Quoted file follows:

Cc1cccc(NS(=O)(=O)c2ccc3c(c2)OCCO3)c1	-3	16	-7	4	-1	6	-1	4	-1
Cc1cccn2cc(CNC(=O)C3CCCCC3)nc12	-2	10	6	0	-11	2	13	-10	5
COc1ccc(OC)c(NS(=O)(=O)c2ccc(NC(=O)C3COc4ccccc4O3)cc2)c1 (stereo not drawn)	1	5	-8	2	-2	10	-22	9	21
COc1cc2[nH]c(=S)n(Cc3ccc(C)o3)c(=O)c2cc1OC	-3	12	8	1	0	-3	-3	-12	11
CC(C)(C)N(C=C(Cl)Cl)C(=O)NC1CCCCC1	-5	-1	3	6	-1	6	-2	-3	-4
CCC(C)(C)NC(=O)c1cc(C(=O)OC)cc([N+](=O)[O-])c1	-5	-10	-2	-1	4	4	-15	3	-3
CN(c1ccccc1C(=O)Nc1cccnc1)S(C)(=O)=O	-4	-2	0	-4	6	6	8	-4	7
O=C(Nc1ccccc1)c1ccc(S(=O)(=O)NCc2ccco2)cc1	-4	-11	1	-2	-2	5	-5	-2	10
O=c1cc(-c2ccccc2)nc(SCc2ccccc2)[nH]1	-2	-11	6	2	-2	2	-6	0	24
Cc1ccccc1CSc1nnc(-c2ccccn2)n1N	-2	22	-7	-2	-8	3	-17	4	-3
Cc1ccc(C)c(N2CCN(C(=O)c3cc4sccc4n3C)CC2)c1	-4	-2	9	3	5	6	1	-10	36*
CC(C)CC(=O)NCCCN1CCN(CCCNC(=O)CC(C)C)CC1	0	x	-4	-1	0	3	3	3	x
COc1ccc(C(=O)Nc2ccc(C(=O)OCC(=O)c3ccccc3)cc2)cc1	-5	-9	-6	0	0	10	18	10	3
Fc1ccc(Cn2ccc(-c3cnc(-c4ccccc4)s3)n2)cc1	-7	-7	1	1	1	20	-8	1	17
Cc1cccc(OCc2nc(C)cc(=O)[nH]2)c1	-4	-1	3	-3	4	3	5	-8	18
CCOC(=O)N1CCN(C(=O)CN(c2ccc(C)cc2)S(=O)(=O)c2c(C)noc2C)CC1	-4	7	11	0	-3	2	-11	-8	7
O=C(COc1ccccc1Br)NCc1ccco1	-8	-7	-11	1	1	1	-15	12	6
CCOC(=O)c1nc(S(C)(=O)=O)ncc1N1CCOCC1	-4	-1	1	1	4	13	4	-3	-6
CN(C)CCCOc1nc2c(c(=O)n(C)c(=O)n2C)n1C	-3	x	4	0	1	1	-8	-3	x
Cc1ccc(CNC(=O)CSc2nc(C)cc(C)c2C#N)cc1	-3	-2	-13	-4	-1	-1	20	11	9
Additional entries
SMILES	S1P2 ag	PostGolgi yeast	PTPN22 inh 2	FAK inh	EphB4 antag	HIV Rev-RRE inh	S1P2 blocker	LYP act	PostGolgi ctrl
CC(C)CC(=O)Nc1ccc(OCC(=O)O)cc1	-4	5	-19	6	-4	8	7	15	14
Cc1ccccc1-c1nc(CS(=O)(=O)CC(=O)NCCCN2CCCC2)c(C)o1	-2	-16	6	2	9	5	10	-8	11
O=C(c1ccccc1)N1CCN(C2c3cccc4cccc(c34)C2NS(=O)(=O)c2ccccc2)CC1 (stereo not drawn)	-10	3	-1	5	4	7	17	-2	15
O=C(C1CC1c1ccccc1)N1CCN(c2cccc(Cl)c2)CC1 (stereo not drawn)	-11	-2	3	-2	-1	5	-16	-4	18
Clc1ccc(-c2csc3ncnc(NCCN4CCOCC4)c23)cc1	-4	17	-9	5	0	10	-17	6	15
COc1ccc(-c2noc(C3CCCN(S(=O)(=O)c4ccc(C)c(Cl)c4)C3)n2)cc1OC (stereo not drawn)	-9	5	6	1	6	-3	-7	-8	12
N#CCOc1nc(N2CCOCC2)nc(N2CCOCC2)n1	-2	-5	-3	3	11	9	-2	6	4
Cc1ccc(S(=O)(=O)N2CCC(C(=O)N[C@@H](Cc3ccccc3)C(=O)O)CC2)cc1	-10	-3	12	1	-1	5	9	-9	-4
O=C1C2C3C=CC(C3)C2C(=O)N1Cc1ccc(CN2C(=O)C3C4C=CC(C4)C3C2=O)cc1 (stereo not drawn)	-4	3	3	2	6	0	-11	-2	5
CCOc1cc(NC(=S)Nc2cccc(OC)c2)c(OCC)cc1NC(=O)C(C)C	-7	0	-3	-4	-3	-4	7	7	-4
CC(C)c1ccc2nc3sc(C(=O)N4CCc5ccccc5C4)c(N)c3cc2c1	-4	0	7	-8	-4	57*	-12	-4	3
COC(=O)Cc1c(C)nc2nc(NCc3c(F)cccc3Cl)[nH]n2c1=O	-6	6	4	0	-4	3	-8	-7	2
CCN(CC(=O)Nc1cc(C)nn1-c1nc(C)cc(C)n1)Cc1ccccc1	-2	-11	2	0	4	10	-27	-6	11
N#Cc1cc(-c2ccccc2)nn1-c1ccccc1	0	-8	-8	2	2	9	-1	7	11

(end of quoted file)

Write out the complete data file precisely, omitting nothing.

Cc1cccc(NS(=O)(=O)c2ccc3c(c2)OCCO3)c1	-3	16	-7	4	-1	6	-1	4	-1
Cc1cccn2cc(CNC(=O)C3CCCCC3)nc12	-2	10	6	0	-11	2	13	-10	5
COc1ccc(OC)c(NS(=O)(=O)c2ccc(NC(=O)C3COc4ccccc4O3)cc2)c1 (stereo not drawn)	1	5	-8	2	-2	10	-22	9	21
COc1cc2[nH]c(=S)n(Cc3ccc(C)o3)c(=O)c2cc1OC	-3	12	8	1	0	-3	-3	-12	11
CC(C)(C)N(C=C(Cl)Cl)C(=O)NC1CCCCC1	-5	-1	3	6	-1	6	-2	-3	-4
CCC(C)(C)NC(=O)c1cc(C(=O)OC)cc([N+](=O)[O-])c1	-5	-10	-2	-1	4	4	-15	3	-3
CN(c1ccccc1C(=O)Nc1cccnc1)S(C)(=O)=O	-4	-2	0	-4	6	6	8	-4	7
O=C(Nc1ccccc1)c1ccc(S(=O)(=O)NCc2ccco2)cc1	-4	-11	1	-2	-2	5	-5	-2	10
O=c1cc(-c2ccccc2)nc(SCc2ccccc2)[nH]1	-2	-11	6	2	-2	2	-6	0	24
Cc1ccccc1CSc1nnc(-c2ccccn2)n1N	-2	22	-7	-2	-8	3	-17	4	-3
Cc1ccc(C)c(N2CCN(C(=O)c3cc4sccc4n3C)CC2)c1	-4	-2	9	3	5	6	1	-10	36*
CC(C)CC(=O)NCCCN1CCN(CCCNC(=O)CC(C)C)CC1	0	x	-4	-1	0	3	3	3	x
COc1ccc(C(=O)Nc2ccc(C(=O)OCC(=O)c3ccccc3)cc2)cc1	-5	-9	-6	0	0	10	18	10	3
Fc1ccc(Cn2ccc(-c3cnc(-c4ccccc4)s3)n2)cc1	-7	-7	1	1	1	20	-8	1	17
Cc1cccc(OCc2nc(C)cc(=O)[nH]2)c1	-4	-1	3	-3	4	3	5	-8	18
CCOC(=O)N1CCN(C(=O)CN(c2ccc(C)cc2)S(=O)(=O)c2c(C)noc2C)CC1	-4	7	11	0	-3	2	-11	-8	7
O=C(COc1ccccc1Br)NCc1ccco1	-8	-7	-11	1	1	1	-15	12	6
CCOC(=O)c1nc(S(C)(=O)=O)ncc1N1CCOCC1	-4	-1	1	1	4	13	4	-3	-6
CN(C)CCCOc1nc2c(c(=O)n(C)c(=O)n2C)n1C	-3	x	4	0	1	1	-8	-3	x
Cc1ccc(CNC(=O)CSc2nc(C)cc(C)c2C#N)cc1	-3	-2	-13	-4	-1	-1	20	11	9
Additional entries
SMILES	S1P2 ag	PostGolgi yeast	PTPN22 inh 2	FAK inh	EphB4 antag	HIV Rev-RRE inh	S1P2 blocker	LYP act	PostGolgi ctrl
CC(C)CC(=O)Nc1ccc(OCC(=O)O)cc1	-4	5	-19	6	-4	8	7	15	14
Cc1ccccc1-c1nc(CS(=O)(=O)CC(=O)NCCCN2CCCC2)c(C)o1	-2	-16	6	2	9	5	10	-8	11
O=C(c1ccccc1)N1CCN(C2c3cccc4cccc(c34)C2NS(=O)(=O)c2ccccc2)CC1 (stereo not drawn)	-10	3	-1	5	4	7	17	-2	15
O=C(C1CC1c1ccccc1)N1CCN(c2cccc(Cl)c2)CC1 (stereo not drawn)	-11	-2	3	-2	-1	5	-16	-4	18
Clc1ccc(-c2csc3ncnc(NCCN4CCOCC4)c23)cc1	-4	17	-9	5	0	10	-17	6	15
COc1ccc(-c2noc(C3CCCN(S(=O)(=O)c4ccc(C)c(Cl)c4)C3)n2)cc1OC (stereo not drawn)	-9	5	6	1	6	-3	-7	-8	12
N#CCOc1nc(N2CCOCC2)nc(N2CCOCC2)n1	-2	-5	-3	3	11	9	-2	6	4
Cc1ccc(S(=O)(=O)N2CCC(C(=O)N[C@@H](Cc3ccccc3)C(=O)O)CC2)cc1	-10	-3	12	1	-1	5	9	-9	-4
O=C1C2C3C=CC(C3)C2C(=O)N1Cc1ccc(CN2C(=O)C3C4C=CC(C4)C3C2=O)cc1 (stereo not drawn)	-4	3	3	2	6	0	-11	-2	5
CCOc1cc(NC(=S)Nc2cccc(OC)c2)c(OCC)cc1NC(=O)C(C)C	-7	0	-3	-4	-3	-4	7	7	-4
CC(C)c1ccc2nc3sc(C(=O)N4CCc5ccccc5C4)c(N)c3cc2c1	-4	0	7	-8	-4	57*	-12	-4	3
COC(=O)Cc1c(C)nc2nc(NCc3c(F)cccc3Cl)[nH]n2c1=O	-6	6	4	0	-4	3	-8	-7	2
CCN(CC(=O)Nc1cc(C)nn1-c1nc(C)cc(C)n1)Cc1ccccc1	-2	-11	2	0	4	10	-27	-6	11
N#Cc1cc(-c2ccccc2)nn1-c1ccccc1	0	-8	-8	2	2	9	-1	7	11